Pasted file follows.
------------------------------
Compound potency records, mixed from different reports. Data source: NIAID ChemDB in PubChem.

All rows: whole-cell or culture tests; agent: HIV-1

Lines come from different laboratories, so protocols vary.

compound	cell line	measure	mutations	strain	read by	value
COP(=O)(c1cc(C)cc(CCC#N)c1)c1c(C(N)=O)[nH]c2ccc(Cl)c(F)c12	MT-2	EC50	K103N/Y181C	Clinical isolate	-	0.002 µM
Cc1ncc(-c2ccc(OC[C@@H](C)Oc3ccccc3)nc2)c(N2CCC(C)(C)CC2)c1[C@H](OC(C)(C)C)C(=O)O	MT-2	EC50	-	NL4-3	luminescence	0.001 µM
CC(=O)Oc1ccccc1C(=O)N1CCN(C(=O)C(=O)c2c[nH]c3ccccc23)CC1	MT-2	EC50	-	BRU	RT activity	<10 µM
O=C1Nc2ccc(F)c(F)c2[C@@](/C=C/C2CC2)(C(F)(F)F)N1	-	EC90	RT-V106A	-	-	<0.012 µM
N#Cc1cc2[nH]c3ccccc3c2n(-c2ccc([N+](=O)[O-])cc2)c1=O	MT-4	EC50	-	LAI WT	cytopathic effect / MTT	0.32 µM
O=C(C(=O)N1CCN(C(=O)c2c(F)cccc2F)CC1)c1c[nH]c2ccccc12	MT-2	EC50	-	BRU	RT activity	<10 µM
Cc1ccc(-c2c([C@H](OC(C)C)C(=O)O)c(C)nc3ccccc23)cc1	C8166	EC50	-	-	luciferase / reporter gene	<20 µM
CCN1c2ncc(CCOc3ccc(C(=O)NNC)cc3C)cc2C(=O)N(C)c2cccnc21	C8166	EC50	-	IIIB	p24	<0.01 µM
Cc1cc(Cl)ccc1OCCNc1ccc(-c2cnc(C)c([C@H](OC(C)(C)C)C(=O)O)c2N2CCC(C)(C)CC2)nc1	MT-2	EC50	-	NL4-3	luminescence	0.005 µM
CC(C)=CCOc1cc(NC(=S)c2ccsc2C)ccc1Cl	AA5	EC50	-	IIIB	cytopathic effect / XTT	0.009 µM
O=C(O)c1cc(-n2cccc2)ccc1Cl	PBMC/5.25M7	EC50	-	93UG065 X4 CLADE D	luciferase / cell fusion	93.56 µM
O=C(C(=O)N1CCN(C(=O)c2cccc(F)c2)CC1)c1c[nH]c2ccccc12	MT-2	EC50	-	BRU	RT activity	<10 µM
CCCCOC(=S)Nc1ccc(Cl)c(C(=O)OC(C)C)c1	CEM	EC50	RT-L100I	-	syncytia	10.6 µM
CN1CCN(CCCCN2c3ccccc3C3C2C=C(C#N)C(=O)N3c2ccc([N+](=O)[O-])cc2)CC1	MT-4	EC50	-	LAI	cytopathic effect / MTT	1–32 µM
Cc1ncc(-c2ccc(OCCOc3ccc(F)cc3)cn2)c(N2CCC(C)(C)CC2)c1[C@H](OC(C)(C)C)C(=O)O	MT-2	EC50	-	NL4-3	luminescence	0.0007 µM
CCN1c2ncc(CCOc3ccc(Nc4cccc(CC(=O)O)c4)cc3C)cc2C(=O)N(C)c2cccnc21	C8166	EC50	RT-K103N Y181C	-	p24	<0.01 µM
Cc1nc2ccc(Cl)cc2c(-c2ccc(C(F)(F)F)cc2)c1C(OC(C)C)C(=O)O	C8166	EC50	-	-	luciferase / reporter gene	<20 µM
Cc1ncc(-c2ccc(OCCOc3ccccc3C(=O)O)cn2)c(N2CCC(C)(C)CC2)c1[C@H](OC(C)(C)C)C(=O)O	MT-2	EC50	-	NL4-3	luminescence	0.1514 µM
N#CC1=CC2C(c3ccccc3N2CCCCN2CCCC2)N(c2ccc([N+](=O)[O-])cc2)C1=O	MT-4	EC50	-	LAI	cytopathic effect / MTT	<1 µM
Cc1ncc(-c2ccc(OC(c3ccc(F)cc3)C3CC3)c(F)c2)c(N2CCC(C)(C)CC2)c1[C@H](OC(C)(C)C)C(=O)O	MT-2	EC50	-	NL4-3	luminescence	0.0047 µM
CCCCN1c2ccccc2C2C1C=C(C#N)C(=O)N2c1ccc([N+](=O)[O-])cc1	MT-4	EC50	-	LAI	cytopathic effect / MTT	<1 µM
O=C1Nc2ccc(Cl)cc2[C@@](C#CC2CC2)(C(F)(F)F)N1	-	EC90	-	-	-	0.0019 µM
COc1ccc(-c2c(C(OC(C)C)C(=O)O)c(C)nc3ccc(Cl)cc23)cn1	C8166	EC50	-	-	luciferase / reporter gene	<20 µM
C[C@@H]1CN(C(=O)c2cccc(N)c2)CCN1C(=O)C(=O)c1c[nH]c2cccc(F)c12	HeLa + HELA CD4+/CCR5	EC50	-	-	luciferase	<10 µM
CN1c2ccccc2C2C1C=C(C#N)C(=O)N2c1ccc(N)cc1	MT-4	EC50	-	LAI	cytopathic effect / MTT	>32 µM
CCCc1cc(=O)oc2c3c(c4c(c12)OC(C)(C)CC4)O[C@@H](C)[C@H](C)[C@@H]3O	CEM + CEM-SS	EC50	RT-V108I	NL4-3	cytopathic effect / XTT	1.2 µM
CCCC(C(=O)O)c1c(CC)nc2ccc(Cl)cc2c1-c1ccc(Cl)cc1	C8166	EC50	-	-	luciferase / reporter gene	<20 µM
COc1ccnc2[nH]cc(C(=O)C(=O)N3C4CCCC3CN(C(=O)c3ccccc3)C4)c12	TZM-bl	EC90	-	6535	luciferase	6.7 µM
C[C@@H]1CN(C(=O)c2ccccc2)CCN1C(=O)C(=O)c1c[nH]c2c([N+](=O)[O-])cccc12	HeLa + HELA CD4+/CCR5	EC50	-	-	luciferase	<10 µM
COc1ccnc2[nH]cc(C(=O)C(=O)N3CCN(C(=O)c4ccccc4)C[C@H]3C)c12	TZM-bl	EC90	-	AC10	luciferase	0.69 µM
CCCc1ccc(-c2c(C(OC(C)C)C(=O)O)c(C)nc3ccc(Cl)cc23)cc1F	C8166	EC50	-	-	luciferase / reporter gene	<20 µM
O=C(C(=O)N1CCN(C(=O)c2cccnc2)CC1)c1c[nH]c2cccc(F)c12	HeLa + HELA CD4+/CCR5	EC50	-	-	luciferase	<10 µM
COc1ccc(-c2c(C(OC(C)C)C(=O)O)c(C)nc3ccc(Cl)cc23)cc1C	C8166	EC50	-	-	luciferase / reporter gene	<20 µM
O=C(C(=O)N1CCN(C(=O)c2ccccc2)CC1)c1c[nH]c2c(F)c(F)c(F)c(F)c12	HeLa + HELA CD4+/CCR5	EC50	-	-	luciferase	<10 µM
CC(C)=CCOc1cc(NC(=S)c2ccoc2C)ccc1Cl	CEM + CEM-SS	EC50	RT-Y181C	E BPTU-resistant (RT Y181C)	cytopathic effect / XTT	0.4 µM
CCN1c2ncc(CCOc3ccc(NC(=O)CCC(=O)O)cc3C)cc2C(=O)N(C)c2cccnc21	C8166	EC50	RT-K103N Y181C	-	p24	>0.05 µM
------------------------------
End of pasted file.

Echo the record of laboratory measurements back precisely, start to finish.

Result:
Compound potency records, mixed from different reports. Data source: NIAID ChemDB in PubChem.

All rows: whole-cell or culture tests; agent: HIV-1

Lines come from different laboratories, so protocols vary.

compound	cell line	measure	mutations	strain	read by	value
COP(=O)(c1cc(C)cc(CCC#N)c1)c1c(C(N)=O)[nH]c2ccc(Cl)c(F)c12	MT-2	EC50	K103N/Y181C	Clinical isolate	-	0.002 µM
Cc1ncc(-c2ccc(OC[C@@H](C)Oc3ccccc3)nc2)c(N2CCC(C)(C)CC2)c1[C@H](OC(C)(C)C)C(=O)O	MT-2	EC50	-	NL4-3	luminescence	0.001 µM
CC(=O)Oc1ccccc1C(=O)N1CCN(C(=O)C(=O)c2c[nH]c3ccccc23)CC1	MT-2	EC50	-	BRU	RT activity	<10 µM
O=C1Nc2ccc(F)c(F)c2[C@@](/C=C/C2CC2)(C(F)(F)F)N1	-	EC90	RT-V106A	-	-	<0.012 µM
N#Cc1cc2[nH]c3ccccc3c2n(-c2ccc([N+](=O)[O-])cc2)c1=O	MT-4	EC50	-	LAI WT	cytopathic effect / MTT	0.32 µM
O=C(C(=O)N1CCN(C(=O)c2c(F)cccc2F)CC1)c1c[nH]c2ccccc12	MT-2	EC50	-	BRU	RT activity	<10 µM
Cc1ccc(-c2c([C@H](OC(C)C)C(=O)O)c(C)nc3ccccc23)cc1	C8166	EC50	-	-	luciferase / reporter gene	<20 µM
CCN1c2ncc(CCOc3ccc(C(=O)NNC)cc3C)cc2C(=O)N(C)c2cccnc21	C8166	EC50	-	IIIB	p24	<0.01 µM
Cc1cc(Cl)ccc1OCCNc1ccc(-c2cnc(C)c([C@H](OC(C)(C)C)C(=O)O)c2N2CCC(C)(C)CC2)nc1	MT-2	EC50	-	NL4-3	luminescence	0.005 µM
CC(C)=CCOc1cc(NC(=S)c2ccsc2C)ccc1Cl	AA5	EC50	-	IIIB	cytopathic effect / XTT	0.009 µM
O=C(O)c1cc(-n2cccc2)ccc1Cl	PBMC/5.25M7	EC50	-	93UG065 X4 CLADE D	luciferase / cell fusion	93.56 µM
O=C(C(=O)N1CCN(C(=O)c2cccc(F)c2)CC1)c1c[nH]c2ccccc12	MT-2	EC50	-	BRU	RT activity	<10 µM
CCCCOC(=S)Nc1ccc(Cl)c(C(=O)OC(C)C)c1	CEM	EC50	RT-L100I	-	syncytia	10.6 µM
CN1CCN(CCCCN2c3ccccc3C3C2C=C(C#N)C(=O)N3c2ccc([N+](=O)[O-])cc2)CC1	MT-4	EC50	-	LAI	cytopathic effect / MTT	1–32 µM
Cc1ncc(-c2ccc(OCCOc3ccc(F)cc3)cn2)c(N2CCC(C)(C)CC2)c1[C@H](OC(C)(C)C)C(=O)O	MT-2	EC50	-	NL4-3	luminescence	0.0007 µM
CCN1c2ncc(CCOc3ccc(Nc4cccc(CC(=O)O)c4)cc3C)cc2C(=O)N(C)c2cccnc21	C8166	EC50	RT-K103N Y181C	-	p24	<0.01 µM
Cc1nc2ccc(Cl)cc2c(-c2ccc(C(F)(F)F)cc2)c1C(OC(C)C)C(=O)O	C8166	EC50	-	-	luciferase / reporter gene	<20 µM
Cc1ncc(-c2ccc(OCCOc3ccccc3C(=O)O)cn2)c(N2CCC(C)(C)CC2)c1[C@H](OC(C)(C)C)C(=O)O	MT-2	EC50	-	NL4-3	luminescence	0.1514 µM
N#CC1=CC2C(c3ccccc3N2CCCCN2CCCC2)N(c2ccc([N+](=O)[O-])cc2)C1=O	MT-4	EC50	-	LAI	cytopathic effect / MTT	<1 µM
Cc1ncc(-c2ccc(OC(c3ccc(F)cc3)C3CC3)c(F)c2)c(N2CCC(C)(C)CC2)c1[C@H](OC(C)(C)C)C(=O)O	MT-2	EC50	-	NL4-3	luminescence	0.0047 µM
CCCCN1c2ccccc2C2C1C=C(C#N)C(=O)N2c1ccc([N+](=O)[O-])cc1	MT-4	EC50	-	LAI	cytopathic effect / MTT	<1 µM
O=C1Nc2ccc(Cl)cc2[C@@](C#CC2CC2)(C(F)(F)F)N1	-	EC90	-	-	-	0.0019 µM
COc1ccc(-c2c(C(OC(C)C)C(=O)O)c(C)nc3ccc(Cl)cc23)cn1	C8166	EC50	-	-	luciferase / reporter gene	<20 µM
C[C@@H]1CN(C(=O)c2cccc(N)c2)CCN1C(=O)C(=O)c1c[nH]c2cccc(F)c12	HeLa + HELA CD4+/CCR5	EC50	-	-	luciferase	<10 µM
CN1c2ccccc2C2C1C=C(C#N)C(=O)N2c1ccc(N)cc1	MT-4	EC50	-	LAI	cytopathic effect / MTT	>32 µM
CCCc1cc(=O)oc2c3c(c4c(c12)OC(C)(C)CC4)O[C@@H](C)[C@H](C)[C@@H]3O	CEM + CEM-SS	EC50	RT-V108I	NL4-3	cytopathic effect / XTT	1.2 µM
CCCC(C(=O)O)c1c(CC)nc2ccc(Cl)cc2c1-c1ccc(Cl)cc1	C8166	EC50	-	-	luciferase / reporter gene	<20 µM
COc1ccnc2[nH]cc(C(=O)C(=O)N3C4CCCC3CN(C(=O)c3ccccc3)C4)c12	TZM-bl	EC90	-	6535	luciferase	6.7 µM
C[C@@H]1CN(C(=O)c2ccccc2)CCN1C(=O)C(=O)c1c[nH]c2c([N+](=O)[O-])cccc12	HeLa + HELA CD4+/CCR5	EC50	-	-	luciferase	<10 µM
COc1ccnc2[nH]cc(C(=O)C(=O)N3CCN(C(=O)c4ccccc4)C[C@H]3C)c12	TZM-bl	EC90	-	AC10	luciferase	0.69 µM
CCCc1ccc(-c2c(C(OC(C)C)C(=O)O)c(C)nc3ccc(Cl)cc23)cc1F	C8166	EC50	-	-	luciferase / reporter gene	<20 µM
O=C(C(=O)N1CCN(C(=O)c2cccnc2)CC1)c1c[nH]c2cccc(F)c12	HeLa + HELA CD4+/CCR5	EC50	-	-	luciferase	<10 µM
COc1ccc(-c2c(C(OC(C)C)C(=O)O)c(C)nc3ccc(Cl)cc23)cc1C	C8166	EC50	-	-	luciferase / reporter gene	<20 µM
O=C(C(=O)N1CCN(C(=O)c2ccccc2)CC1)c1c[nH]c2c(F)c(F)c(F)c(F)c12	HeLa + HELA CD4+/CCR5	EC50	-	-	luciferase	<10 µM
CC(C)=CCOc1cc(NC(=S)c2ccoc2C)ccc1Cl	CEM + CEM-SS	EC50	RT-Y181C	E BPTU-resistant (RT Y181C)	cytopathic effect / XTT	0.4 µM
CCN1c2ncc(CCOc3ccc(NC(=O)CCC(=O)O)cc3C)cc2C(=O)N(C)c2cccnc21	C8166	EC50	RT-K103N Y181C	-	p24	>0.05 µM